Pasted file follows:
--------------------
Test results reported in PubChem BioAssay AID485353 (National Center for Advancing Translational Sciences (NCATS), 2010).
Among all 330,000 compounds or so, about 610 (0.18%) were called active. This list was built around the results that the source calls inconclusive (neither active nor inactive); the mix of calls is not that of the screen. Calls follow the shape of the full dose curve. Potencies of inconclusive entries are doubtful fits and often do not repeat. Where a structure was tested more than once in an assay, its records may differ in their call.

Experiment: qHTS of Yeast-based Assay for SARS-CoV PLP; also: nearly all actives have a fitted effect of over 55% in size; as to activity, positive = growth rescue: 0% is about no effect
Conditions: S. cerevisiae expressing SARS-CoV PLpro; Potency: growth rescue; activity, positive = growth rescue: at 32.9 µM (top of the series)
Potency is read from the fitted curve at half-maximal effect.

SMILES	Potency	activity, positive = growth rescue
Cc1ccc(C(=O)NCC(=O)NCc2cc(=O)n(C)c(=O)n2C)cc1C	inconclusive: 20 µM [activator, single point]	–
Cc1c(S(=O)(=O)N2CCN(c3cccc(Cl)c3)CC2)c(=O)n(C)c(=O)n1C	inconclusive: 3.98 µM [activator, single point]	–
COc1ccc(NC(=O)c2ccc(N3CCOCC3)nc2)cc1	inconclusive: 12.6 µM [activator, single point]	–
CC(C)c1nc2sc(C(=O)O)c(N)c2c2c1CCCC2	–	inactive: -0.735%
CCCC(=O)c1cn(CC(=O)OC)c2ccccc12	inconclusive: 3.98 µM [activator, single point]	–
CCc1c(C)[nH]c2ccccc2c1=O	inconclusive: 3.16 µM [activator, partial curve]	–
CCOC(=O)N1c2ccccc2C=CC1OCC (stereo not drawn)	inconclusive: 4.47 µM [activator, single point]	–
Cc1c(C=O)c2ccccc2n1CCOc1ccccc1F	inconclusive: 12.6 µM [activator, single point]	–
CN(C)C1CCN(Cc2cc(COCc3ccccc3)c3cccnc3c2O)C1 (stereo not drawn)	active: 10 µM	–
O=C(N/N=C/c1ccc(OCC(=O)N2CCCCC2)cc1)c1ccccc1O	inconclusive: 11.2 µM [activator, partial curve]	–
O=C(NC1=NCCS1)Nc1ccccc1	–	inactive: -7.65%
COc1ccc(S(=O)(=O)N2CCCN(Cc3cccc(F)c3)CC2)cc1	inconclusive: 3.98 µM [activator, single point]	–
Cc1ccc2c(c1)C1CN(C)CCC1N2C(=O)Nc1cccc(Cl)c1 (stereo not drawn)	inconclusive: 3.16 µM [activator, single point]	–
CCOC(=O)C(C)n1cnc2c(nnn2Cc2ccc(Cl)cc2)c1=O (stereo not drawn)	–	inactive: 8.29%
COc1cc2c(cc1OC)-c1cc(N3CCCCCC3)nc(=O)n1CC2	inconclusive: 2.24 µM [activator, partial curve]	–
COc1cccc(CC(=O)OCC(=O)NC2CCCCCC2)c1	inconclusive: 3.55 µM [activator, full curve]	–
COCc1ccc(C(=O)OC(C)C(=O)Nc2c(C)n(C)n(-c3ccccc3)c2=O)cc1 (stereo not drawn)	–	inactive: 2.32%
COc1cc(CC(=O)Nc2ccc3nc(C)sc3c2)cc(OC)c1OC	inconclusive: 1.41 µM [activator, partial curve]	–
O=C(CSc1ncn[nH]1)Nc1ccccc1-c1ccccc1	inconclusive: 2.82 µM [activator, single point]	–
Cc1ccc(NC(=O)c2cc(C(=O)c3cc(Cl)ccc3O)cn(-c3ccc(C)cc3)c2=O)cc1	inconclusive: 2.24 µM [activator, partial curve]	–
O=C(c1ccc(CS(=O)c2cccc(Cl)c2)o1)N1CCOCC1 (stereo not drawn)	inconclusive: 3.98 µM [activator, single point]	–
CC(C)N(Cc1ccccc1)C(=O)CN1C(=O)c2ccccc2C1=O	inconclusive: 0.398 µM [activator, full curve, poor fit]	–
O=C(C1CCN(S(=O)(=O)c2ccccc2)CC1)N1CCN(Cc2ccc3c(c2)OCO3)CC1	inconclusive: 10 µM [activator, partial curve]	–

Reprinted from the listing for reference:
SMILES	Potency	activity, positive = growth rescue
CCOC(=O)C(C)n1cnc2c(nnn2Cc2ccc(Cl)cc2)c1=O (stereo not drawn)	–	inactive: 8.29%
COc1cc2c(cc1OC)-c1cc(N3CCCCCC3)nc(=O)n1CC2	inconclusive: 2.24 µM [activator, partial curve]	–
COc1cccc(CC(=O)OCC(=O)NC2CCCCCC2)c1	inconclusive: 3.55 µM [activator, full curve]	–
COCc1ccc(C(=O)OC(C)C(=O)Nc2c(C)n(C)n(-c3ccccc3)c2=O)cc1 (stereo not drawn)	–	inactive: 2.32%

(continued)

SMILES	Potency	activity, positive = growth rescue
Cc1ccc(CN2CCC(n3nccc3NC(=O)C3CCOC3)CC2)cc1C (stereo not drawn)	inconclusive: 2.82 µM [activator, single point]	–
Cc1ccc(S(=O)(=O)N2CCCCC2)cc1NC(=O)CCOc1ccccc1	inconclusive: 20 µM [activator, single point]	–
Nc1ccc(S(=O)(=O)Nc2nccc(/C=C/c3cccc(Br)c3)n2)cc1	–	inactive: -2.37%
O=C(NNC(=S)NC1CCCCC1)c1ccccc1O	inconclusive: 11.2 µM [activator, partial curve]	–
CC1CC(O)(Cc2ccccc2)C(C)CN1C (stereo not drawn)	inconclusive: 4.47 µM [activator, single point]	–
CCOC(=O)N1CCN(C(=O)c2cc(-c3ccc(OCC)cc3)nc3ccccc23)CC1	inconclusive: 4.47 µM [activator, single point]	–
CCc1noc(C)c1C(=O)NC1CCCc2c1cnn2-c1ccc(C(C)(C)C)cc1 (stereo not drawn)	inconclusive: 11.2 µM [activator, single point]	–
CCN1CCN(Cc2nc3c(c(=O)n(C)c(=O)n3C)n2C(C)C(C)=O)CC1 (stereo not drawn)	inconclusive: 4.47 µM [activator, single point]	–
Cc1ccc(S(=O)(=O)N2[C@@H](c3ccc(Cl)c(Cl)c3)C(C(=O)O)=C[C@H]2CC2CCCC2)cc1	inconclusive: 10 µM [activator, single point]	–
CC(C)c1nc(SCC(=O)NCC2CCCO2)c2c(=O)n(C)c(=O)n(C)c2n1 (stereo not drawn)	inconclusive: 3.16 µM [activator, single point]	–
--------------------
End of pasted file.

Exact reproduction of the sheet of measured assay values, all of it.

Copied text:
Test results reported in PubChem BioAssay AID485353 (National Center for Advancing Translational Sciences (NCATS), 2010).
Among all 330,000 compounds or so, about 610 (0.18%) were called active. This list was built around the results that the source calls inconclusive (neither active nor inactive); the mix of calls is not that of the screen. Calls follow the shape of the full dose curve. Potencies of inconclusive entries are doubtful fits and often do not repeat. Where a structure was tested more than once in an assay, its records may differ in their call.

Experiment: qHTS of Yeast-based Assay for SARS-CoV PLP; also: nearly all actives have a fitted effect of over 55% in size; as to activity, positive = growth rescue: 0% is about no effect
Conditions: S. cerevisiae expressing SARS-CoV PLpro; Potency: growth rescue; activity, positive = growth rescue: at 32.9 µM (top of the series)
Potency is read from the fitted curve at half-maximal effect.

SMILES	Potency	activity, positive = growth rescue
Cc1ccc(C(=O)NCC(=O)NCc2cc(=O)n(C)c(=O)n2C)cc1C	inconclusive: 20 µM [activator, single point]	–
Cc1c(S(=O)(=O)N2CCN(c3cccc(Cl)c3)CC2)c(=O)n(C)c(=O)n1C	inconclusive: 3.98 µM [activator, single point]	–
COc1ccc(NC(=O)c2ccc(N3CCOCC3)nc2)cc1	inconclusive: 12.6 µM [activator, single point]	–
CC(C)c1nc2sc(C(=O)O)c(N)c2c2c1CCCC2	–	inactive: -0.735%
CCCC(=O)c1cn(CC(=O)OC)c2ccccc12	inconclusive: 3.98 µM [activator, single point]	–
CCc1c(C)[nH]c2ccccc2c1=O	inconclusive: 3.16 µM [activator, partial curve]	–
CCOC(=O)N1c2ccccc2C=CC1OCC (stereo not drawn)	inconclusive: 4.47 µM [activator, single point]	–
Cc1c(C=O)c2ccccc2n1CCOc1ccccc1F	inconclusive: 12.6 µM [activator, single point]	–
CN(C)C1CCN(Cc2cc(COCc3ccccc3)c3cccnc3c2O)C1 (stereo not drawn)	active: 10 µM	–
O=C(N/N=C/c1ccc(OCC(=O)N2CCCCC2)cc1)c1ccccc1O	inconclusive: 11.2 µM [activator, partial curve]	–
O=C(NC1=NCCS1)Nc1ccccc1	–	inactive: -7.65%
COc1ccc(S(=O)(=O)N2CCCN(Cc3cccc(F)c3)CC2)cc1	inconclusive: 3.98 µM [activator, single point]	–
Cc1ccc2c(c1)C1CN(C)CCC1N2C(=O)Nc1cccc(Cl)c1 (stereo not drawn)	inconclusive: 3.16 µM [activator, single point]	–
CCOC(=O)C(C)n1cnc2c(nnn2Cc2ccc(Cl)cc2)c1=O (stereo not drawn)	–	inactive: 8.29%
COc1cc2c(cc1OC)-c1cc(N3CCCCCC3)nc(=O)n1CC2	inconclusive: 2.24 µM [activator, partial curve]	–
COc1cccc(CC(=O)OCC(=O)NC2CCCCCC2)c1	inconclusive: 3.55 µM [activator, full curve]	–
COCc1ccc(C(=O)OC(C)C(=O)Nc2c(C)n(C)n(-c3ccccc3)c2=O)cc1 (stereo not drawn)	–	inactive: 2.32%
COc1cc(CC(=O)Nc2ccc3nc(C)sc3c2)cc(OC)c1OC	inconclusive: 1.41 µM [activator, partial curve]	–
O=C(CSc1ncn[nH]1)Nc1ccccc1-c1ccccc1	inconclusive: 2.82 µM [activator, single point]	–
Cc1ccc(NC(=O)c2cc(C(=O)c3cc(Cl)ccc3O)cn(-c3ccc(C)cc3)c2=O)cc1	inconclusive: 2.24 µM [activator, partial curve]	–
O=C(c1ccc(CS(=O)c2cccc(Cl)c2)o1)N1CCOCC1 (stereo not drawn)	inconclusive: 3.98 µM [activator, single point]	–
CC(C)N(Cc1ccccc1)C(=O)CN1C(=O)c2ccccc2C1=O	inconclusive: 0.398 µM [activator, full curve, poor fit]	–
O=C(C1CCN(S(=O)(=O)c2ccccc2)CC1)N1CCN(Cc2ccc3c(c2)OCO3)CC1	inconclusive: 10 µM [activator, partial curve]	–

Reprinted from the listing for reference:
SMILES	Potency	activity, positive = growth rescue
CCOC(=O)C(C)n1cnc2c(nnn2Cc2ccc(Cl)cc2)c1=O (stereo not drawn)	–	inactive: 8.29%
COc1cc2c(cc1OC)-c1cc(N3CCCCCC3)nc(=O)n1CC2	inconclusive: 2.24 µM [activator, partial curve]	–
COc1cccc(CC(=O)OCC(=O)NC2CCCCCC2)c1	inconclusive: 3.55 µM [activator, full curve]	–
COCc1ccc(C(=O)OC(C)C(=O)Nc2c(C)n(C)n(-c3ccccc3)c2=O)cc1 (stereo not drawn)	–	inactive: 2.32%

(continued)

SMILES	Potency	activity, positive = growth rescue
Cc1ccc(CN2CCC(n3nccc3NC(=O)C3CCOC3)CC2)cc1C (stereo not drawn)	inconclusive: 2.82 µM [activator, single point]	–
Cc1ccc(S(=O)(=O)N2CCCCC2)cc1NC(=O)CCOc1ccccc1	inconclusive: 20 µM [activator, single point]	–
Nc1ccc(S(=O)(=O)Nc2nccc(/C=C/c3cccc(Br)c3)n2)cc1	–	inactive: -2.37%
O=C(NNC(=S)NC1CCCCC1)c1ccccc1O	inconclusive: 11.2 µM [activator, partial curve]	–
CC1CC(O)(Cc2ccccc2)C(C)CN1C (stereo not drawn)	inconclusive: 4.47 µM [activator, single point]	–
CCOC(=O)N1CCN(C(=O)c2cc(-c3ccc(OCC)cc3)nc3ccccc23)CC1	inconclusive: 4.47 µM [activator, single point]	–
CCc1noc(C)c1C(=O)NC1CCCc2c1cnn2-c1ccc(C(C)(C)C)cc1 (stereo not drawn)	inconclusive: 11.2 µM [activator, single point]	–
CCN1CCN(Cc2nc3c(c(=O)n(C)c(=O)n3C)n2C(C)C(C)=O)CC1 (stereo not drawn)	inconclusive: 4.47 µM [activator, single point]	–
Cc1ccc(S(=O)(=O)N2[C@@H](c3ccc(Cl)c(Cl)c3)C(C(=O)O)=C[C@H]2CC2CCCC2)cc1	inconclusive: 10 µM [activator, single point]	–
CC(C)c1nc(SCC(=O)NCC2CCCO2)c2c(=O)n(C)c(=O)n(C)c2n1 (stereo not drawn)	inconclusive: 3.16 µM [activator, single point]	–